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Monday, September 28, 2020

New Health Care Liability Action Opinion: Defendant-Physician Blamed Nurses Without Pleading Their Comparative Fault as Required by Law, Which Necessitated a New Trial, Etc.

The Tennessee Court of Appeals released its opinion today in Kanipe v. Patel, No. E2019-01211-COA-R3-CV (Tenn. Ct. App. Sept. 28, 2020).  The syllabus from the slip opinion reads:

This appeal arises from a health care liability lawsuit. In 2013, Sandra Kanipe . . . died from an undiagnosed aortic dissection while in the care of Dr. Pragnesh Patel, M.D. . . .  Travis Kanipe . . . , Ms. Kanipe’s son, sued Dr. Patel in the Circuit Court for Hamblen County . . . .  After a trial, the jury found in favor of Dr. Patel. The Trial Court granted Mr. Kanipe’s motion for a new trial on grounds that Dr. Patel had, through his testimony, shifted blame to a non-party despite having never pled comparative fault. After a second trial, the jury found in favor of Mr. Kanipe. Dr. Patel appeals, arguing among other things that he never shifted blame. From our review of the record, we conclude that Dr. Patel did, in fact, shift blame to a non-party when he testified in the first trial that the nurses never notified him of Ms. Kanipe’s ongoing chest pain. In view of our Supreme Court’s holding in George v. Alexander, 931 S.W.2d 517 (Tenn. 1996), the Trial Court did not abuse its discretion in ordering a retrial. We affirm the judgment of the Trial Court.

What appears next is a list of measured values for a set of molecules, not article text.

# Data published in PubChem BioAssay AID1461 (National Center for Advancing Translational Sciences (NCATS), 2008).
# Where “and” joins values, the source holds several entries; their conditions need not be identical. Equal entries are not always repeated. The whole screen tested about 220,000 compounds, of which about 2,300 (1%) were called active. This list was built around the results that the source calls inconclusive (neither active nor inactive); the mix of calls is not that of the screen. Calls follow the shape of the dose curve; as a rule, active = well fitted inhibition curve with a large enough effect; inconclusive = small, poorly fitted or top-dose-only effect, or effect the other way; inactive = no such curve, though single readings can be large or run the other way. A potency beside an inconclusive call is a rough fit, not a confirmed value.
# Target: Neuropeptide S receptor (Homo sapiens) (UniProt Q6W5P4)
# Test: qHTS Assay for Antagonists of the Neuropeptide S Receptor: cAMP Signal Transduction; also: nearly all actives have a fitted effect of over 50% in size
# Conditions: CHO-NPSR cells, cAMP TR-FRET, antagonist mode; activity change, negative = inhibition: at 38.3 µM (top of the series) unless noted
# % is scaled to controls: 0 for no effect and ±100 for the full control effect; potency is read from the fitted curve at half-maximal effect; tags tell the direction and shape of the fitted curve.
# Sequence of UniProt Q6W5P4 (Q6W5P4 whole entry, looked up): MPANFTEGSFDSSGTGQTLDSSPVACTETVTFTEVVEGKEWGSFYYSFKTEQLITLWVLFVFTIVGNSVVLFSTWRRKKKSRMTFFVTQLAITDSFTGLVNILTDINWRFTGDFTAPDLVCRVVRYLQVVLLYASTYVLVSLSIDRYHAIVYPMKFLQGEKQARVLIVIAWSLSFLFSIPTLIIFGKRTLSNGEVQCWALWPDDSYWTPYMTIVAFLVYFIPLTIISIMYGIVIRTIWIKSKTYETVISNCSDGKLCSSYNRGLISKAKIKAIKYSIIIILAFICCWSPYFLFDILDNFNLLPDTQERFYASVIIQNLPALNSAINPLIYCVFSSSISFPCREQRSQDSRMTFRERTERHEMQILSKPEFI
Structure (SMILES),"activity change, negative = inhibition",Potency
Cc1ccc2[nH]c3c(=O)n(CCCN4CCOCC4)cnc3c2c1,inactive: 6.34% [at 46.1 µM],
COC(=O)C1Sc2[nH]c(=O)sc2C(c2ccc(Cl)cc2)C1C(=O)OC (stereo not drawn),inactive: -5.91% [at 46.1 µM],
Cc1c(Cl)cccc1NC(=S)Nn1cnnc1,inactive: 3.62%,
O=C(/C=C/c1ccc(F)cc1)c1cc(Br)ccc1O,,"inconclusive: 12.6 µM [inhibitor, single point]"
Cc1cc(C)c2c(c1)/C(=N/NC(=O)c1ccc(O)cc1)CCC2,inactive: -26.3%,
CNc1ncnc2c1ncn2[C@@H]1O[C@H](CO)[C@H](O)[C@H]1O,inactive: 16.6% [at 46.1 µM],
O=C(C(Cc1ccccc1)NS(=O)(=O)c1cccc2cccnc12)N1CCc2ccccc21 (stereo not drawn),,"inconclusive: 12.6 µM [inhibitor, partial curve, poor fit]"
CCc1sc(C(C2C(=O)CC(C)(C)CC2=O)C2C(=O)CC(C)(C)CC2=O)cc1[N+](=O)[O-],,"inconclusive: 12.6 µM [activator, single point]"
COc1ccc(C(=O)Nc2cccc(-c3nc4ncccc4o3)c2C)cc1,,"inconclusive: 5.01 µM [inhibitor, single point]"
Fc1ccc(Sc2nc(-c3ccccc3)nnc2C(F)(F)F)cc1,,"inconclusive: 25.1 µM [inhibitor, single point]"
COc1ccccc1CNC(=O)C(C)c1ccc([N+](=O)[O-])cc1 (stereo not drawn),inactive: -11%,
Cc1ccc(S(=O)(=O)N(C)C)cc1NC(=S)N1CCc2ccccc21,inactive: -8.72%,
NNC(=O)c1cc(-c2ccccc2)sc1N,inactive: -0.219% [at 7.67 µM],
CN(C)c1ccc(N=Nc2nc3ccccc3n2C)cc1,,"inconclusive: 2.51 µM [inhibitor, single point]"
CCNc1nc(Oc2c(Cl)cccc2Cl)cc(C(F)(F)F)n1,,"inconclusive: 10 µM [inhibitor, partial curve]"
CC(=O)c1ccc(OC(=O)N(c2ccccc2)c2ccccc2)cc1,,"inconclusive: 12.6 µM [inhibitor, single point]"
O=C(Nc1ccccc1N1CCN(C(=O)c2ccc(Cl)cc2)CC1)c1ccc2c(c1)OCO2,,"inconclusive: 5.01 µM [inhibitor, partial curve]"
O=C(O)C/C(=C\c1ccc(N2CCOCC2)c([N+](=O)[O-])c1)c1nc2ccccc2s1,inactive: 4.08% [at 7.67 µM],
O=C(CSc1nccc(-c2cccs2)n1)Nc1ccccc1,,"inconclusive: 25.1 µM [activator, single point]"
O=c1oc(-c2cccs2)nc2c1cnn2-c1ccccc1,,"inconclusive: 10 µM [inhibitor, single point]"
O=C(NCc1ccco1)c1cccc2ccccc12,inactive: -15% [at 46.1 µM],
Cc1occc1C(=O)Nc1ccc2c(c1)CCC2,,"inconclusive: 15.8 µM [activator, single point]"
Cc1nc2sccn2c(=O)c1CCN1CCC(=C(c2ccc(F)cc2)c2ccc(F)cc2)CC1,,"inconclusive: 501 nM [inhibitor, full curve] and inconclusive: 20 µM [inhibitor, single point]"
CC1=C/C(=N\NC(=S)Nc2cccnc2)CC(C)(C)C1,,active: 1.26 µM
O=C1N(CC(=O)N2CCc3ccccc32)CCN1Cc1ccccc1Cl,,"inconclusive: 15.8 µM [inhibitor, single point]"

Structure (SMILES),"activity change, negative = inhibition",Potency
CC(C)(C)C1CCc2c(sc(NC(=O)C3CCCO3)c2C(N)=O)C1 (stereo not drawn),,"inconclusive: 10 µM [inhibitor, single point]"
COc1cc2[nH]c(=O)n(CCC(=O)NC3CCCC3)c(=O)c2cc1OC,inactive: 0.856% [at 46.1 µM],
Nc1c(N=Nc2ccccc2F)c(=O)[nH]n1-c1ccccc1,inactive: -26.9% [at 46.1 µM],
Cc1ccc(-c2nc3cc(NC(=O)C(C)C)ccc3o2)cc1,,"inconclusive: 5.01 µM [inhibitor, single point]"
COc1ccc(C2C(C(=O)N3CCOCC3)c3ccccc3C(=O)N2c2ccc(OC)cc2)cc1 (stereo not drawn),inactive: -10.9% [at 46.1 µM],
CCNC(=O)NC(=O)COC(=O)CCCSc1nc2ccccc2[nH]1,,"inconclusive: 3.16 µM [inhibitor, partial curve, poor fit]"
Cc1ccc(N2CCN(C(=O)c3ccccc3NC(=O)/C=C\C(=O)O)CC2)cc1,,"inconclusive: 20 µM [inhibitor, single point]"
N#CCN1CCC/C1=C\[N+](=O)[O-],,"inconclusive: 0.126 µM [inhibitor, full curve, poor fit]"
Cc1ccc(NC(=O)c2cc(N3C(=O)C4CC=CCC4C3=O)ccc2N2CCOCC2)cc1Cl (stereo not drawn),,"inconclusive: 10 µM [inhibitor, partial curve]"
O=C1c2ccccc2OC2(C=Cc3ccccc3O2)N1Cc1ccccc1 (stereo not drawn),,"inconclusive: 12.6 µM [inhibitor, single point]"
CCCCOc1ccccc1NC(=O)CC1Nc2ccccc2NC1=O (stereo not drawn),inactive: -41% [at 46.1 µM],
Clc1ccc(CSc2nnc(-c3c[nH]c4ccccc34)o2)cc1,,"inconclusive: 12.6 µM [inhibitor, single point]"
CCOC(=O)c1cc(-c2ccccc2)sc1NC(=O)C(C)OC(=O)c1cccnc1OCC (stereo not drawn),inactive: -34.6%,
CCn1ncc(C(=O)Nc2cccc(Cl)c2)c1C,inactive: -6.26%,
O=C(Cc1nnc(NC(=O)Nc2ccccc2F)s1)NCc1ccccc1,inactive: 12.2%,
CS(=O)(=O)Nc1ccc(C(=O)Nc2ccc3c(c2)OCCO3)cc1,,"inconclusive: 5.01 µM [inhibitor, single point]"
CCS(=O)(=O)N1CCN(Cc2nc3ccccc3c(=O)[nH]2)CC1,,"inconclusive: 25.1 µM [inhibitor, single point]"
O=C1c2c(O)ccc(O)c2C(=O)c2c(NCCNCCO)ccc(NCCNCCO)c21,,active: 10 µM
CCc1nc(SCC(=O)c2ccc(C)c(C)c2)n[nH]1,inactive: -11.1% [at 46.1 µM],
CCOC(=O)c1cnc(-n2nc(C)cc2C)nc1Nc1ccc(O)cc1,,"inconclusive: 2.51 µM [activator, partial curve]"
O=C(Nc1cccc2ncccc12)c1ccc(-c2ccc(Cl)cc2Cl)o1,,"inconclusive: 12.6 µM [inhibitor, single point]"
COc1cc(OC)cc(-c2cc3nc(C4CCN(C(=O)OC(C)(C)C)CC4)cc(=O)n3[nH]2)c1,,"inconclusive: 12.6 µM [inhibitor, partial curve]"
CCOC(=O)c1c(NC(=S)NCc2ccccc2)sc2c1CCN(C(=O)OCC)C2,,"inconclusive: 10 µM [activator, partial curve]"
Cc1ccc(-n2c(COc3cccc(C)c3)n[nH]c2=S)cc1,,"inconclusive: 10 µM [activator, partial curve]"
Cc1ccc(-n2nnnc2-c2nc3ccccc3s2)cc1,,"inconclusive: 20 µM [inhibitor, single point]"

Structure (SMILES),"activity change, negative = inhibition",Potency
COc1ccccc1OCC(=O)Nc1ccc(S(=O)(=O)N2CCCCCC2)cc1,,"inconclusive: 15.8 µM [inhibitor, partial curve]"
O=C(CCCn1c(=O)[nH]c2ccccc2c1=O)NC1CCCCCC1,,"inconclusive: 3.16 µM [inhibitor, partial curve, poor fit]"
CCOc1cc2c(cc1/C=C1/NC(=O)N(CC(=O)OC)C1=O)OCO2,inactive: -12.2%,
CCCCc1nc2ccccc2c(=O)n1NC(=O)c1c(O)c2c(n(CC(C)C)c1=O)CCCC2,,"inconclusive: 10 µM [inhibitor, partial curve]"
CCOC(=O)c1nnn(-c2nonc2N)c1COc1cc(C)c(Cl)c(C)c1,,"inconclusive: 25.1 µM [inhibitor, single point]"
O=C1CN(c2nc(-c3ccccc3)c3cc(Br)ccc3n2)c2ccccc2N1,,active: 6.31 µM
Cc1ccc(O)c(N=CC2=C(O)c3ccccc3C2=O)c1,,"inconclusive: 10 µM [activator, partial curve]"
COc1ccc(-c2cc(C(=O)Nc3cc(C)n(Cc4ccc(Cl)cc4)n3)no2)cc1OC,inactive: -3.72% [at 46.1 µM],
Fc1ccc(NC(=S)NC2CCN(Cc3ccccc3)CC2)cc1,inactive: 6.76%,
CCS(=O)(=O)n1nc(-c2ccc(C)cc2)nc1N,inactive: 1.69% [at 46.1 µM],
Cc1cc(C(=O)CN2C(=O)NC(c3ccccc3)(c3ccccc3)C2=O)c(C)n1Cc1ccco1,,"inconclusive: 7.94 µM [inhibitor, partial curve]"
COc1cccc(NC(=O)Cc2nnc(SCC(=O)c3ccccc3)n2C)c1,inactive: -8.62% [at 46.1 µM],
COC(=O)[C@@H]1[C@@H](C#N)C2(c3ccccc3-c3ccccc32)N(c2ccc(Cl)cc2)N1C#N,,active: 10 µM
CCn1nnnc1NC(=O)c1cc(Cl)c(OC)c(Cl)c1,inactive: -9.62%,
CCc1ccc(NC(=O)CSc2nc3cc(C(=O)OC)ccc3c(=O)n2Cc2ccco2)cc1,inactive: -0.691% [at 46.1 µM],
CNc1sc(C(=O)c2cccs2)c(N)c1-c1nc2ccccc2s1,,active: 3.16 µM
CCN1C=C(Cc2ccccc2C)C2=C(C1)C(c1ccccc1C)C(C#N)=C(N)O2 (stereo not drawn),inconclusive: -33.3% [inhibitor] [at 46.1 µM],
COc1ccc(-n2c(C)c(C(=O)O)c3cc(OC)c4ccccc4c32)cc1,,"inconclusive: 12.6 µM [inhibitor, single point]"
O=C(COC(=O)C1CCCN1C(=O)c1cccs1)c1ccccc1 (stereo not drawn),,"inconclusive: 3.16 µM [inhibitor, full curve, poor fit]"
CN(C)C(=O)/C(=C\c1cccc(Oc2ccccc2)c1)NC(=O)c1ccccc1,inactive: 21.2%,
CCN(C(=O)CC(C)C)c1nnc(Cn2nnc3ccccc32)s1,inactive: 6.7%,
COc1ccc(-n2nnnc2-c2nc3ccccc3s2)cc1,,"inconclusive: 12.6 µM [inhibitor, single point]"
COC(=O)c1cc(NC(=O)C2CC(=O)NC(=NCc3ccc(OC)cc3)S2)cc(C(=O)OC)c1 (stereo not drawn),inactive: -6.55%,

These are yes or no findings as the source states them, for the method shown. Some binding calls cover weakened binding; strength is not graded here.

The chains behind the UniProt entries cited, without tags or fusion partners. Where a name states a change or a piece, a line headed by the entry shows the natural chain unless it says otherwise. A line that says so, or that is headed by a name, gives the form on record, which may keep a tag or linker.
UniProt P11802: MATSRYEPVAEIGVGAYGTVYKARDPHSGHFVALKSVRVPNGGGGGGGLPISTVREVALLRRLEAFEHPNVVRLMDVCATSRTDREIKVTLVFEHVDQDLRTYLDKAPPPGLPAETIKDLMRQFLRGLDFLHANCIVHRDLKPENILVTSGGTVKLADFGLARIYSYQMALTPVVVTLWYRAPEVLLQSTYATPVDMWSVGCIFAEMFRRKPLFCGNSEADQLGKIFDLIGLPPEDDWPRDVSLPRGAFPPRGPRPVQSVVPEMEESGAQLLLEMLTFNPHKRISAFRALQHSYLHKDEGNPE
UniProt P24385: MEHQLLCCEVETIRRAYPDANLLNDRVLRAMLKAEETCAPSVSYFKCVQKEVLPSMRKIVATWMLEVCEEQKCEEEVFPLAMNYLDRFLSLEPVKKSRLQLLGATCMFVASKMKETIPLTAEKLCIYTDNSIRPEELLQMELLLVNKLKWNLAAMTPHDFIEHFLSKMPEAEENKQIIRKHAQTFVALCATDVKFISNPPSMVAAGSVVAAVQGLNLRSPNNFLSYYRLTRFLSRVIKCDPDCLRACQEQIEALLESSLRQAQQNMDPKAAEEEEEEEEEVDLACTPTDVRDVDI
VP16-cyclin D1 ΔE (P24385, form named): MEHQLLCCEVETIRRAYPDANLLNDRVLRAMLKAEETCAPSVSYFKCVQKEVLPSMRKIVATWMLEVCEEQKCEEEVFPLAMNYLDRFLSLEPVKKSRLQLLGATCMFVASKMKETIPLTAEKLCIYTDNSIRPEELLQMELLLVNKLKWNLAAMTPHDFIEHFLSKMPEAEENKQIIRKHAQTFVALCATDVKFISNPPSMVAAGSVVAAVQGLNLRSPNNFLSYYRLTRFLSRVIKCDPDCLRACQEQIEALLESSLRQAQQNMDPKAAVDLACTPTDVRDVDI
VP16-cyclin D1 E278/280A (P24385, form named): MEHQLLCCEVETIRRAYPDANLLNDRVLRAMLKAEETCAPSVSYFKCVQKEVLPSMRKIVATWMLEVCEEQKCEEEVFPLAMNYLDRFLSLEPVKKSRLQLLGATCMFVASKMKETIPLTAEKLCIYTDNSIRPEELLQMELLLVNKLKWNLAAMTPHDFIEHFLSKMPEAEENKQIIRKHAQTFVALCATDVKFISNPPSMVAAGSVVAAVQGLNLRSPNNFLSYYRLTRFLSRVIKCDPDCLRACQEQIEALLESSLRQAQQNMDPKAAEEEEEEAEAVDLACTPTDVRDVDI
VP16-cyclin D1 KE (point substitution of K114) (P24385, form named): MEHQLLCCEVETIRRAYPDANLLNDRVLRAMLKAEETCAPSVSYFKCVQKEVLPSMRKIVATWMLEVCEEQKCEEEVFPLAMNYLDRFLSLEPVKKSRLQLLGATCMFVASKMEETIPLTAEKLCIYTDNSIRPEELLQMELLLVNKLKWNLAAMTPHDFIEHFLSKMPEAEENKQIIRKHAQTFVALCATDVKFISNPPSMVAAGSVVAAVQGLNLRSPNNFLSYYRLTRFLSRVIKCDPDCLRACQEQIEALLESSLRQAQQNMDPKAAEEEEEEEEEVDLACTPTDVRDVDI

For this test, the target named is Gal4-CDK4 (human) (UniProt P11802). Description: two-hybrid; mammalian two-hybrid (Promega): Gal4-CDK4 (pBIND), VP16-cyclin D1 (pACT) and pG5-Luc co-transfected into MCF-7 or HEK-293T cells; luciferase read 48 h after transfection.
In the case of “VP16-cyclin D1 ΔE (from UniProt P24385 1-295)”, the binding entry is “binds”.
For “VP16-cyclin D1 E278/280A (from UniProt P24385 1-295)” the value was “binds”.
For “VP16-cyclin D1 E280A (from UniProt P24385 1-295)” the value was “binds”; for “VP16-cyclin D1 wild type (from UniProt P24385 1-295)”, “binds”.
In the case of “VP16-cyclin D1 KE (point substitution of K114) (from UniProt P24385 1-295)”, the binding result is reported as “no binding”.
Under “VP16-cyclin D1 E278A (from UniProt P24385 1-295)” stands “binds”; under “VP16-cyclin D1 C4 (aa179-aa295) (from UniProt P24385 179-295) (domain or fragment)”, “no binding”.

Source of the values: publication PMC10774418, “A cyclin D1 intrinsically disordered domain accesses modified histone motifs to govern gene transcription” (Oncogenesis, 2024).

Here is a link to the opinion:

NOTE: This is a must-read opinion for any lawyer who handles tort cases governed by Tennessee substantive law where our system of modified comparative fault comes into play.  Oftentimes, defendants will try to shift blame (and fault) to nonparties in an attempt to avoid liability without complying with Rule 8.03 of the Tennessee Rules of Civil Procedure (which requires facts to be pleaded to support such a defense as well as the identity or description of any alleged nonparty tortfeasor).  As this opinion reminds us, Rule 8.03 is to be "strictly adhered to" by the courts.  Kanipe,  No. E2019-01211-COA-R3-CV, slip. op. at 14 (emphasis added) (citations omitted).    

This opinion also offers up a good explanation of Tennessee's peer review privilege and the "thirteenth juror" rule.  Id. at 15–18.  

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